Malmö is a city in transition. A former industrial centre, this city of 300,000 people – the third largest in Sweden – has set itself on a new path to become “a city of knowledge”. It is home to one of Sweden’s newest universities. And it’s making major investments in new technologies that has helped it develop specializations in biotechnology, digital media, medical and environmental sciences.
But Malmö has also embarked on another journey – to become an all-organic city.
Malmö has set itself a target that all the food procured by the city and served in schools, hospitals and other City of Malmö institutions and venues will be organic by 2020.
Malmö’s commitment to being an all-organic city is part of its 100% sustainable purchasing policy, approved by the city assembly in 2010. The policy states “everyone in Malmö has the right to good food”. This is turned into a practical objective by adopting Sweden’s ‘eat S.M.A.R.T.’ model which combines health and environment goals “without increasing costs”.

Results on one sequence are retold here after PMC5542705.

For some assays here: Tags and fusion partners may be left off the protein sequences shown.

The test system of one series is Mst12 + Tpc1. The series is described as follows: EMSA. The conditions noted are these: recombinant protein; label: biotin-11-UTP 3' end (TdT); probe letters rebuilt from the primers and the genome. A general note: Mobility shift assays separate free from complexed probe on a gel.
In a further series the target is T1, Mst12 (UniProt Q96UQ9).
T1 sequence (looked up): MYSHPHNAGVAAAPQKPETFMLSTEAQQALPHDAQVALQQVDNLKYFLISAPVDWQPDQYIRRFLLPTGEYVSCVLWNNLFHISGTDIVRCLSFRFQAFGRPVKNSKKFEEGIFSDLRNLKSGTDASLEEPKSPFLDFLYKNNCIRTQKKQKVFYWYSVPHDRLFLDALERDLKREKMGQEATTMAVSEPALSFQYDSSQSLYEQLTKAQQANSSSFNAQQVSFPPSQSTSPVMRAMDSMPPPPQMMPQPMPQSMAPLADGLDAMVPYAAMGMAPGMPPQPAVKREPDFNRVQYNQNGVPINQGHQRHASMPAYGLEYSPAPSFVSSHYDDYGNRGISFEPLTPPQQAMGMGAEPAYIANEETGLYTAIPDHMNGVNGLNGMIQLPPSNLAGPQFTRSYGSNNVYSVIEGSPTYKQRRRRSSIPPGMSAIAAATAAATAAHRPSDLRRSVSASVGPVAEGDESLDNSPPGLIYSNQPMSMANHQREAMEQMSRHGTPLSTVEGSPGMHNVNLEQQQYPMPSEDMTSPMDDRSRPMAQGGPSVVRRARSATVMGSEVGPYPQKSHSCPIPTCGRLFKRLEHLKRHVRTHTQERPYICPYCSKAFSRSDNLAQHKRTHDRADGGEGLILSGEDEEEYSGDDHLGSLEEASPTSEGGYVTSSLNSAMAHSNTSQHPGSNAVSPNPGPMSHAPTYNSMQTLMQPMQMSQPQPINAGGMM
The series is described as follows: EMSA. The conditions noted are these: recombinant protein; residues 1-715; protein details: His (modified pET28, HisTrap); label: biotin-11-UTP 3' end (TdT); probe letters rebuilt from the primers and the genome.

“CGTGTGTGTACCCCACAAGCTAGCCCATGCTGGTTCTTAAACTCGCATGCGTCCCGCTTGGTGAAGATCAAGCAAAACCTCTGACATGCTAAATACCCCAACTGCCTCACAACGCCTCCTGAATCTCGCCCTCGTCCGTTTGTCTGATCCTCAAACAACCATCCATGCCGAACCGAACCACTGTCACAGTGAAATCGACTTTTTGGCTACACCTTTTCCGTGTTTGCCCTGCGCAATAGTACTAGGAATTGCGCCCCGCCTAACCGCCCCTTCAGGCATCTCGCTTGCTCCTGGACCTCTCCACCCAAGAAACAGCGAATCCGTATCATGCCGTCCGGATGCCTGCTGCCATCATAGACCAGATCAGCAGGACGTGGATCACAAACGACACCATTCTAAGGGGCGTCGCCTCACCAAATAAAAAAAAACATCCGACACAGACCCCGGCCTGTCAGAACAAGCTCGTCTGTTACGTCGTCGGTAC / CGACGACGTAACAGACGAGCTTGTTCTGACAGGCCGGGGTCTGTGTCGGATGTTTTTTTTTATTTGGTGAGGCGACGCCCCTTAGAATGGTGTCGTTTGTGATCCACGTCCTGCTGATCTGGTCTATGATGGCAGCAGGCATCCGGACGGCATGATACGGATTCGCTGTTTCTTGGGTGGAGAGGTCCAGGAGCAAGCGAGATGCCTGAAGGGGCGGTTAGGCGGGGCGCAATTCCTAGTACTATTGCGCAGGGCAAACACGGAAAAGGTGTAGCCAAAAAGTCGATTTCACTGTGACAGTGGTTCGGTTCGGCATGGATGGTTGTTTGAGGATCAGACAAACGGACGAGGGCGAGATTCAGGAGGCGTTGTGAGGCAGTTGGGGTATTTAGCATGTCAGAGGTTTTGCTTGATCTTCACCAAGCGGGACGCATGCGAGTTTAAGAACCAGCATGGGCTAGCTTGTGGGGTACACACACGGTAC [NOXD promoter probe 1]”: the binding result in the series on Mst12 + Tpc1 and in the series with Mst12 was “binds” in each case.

Developed by the Institute of Public Health in Stockholm, S.M.A.R.T. stands for Smaller amount of meat, Minimizing intake of empty calories (junk food), An increase in organic, Right sort of meat and vegetables and Transport efficient. By following the eat S.M.A.R.T. model, the City of Malmö aims to decrease greenhouse emissions by 40% (from 2002 levels) by 2020 as well as being an all-organic food purchaser.
Gunilla Andersson, project manager at the city’s environmental strategy division, said in a discussion at last month’s Nordic Organic Food Fair (pictured above), that Malmö is already 40% organic in its food purchasing and this year will spend €8 million on organic food and drink on behalf of city institutions.
“Malmö is already 40% organic in its food purchasing and this year will spend €8 million on organic food and drink”
Andersson said that while it was “even more important to be cost efficient in a challenging economic climate”, the city’s plans to become all-organic had not met with any substantial resistance. But she said that implementing the sustainable purchasing policy would require a strong commitment from the whole city’s administration, and that it placed “demands on dialogue, communication and education”. More broadly, she added, the wide support for Malmö’s bold plans for a 100% sustainable food system could be attributed to the country’s mature attitude to food, health and wellbeing. “Food education starts very early in Sweden and good food values are embedded in national institutions, so perhaps it’s easier to gain support for more ambitious sustainability initiatives here.”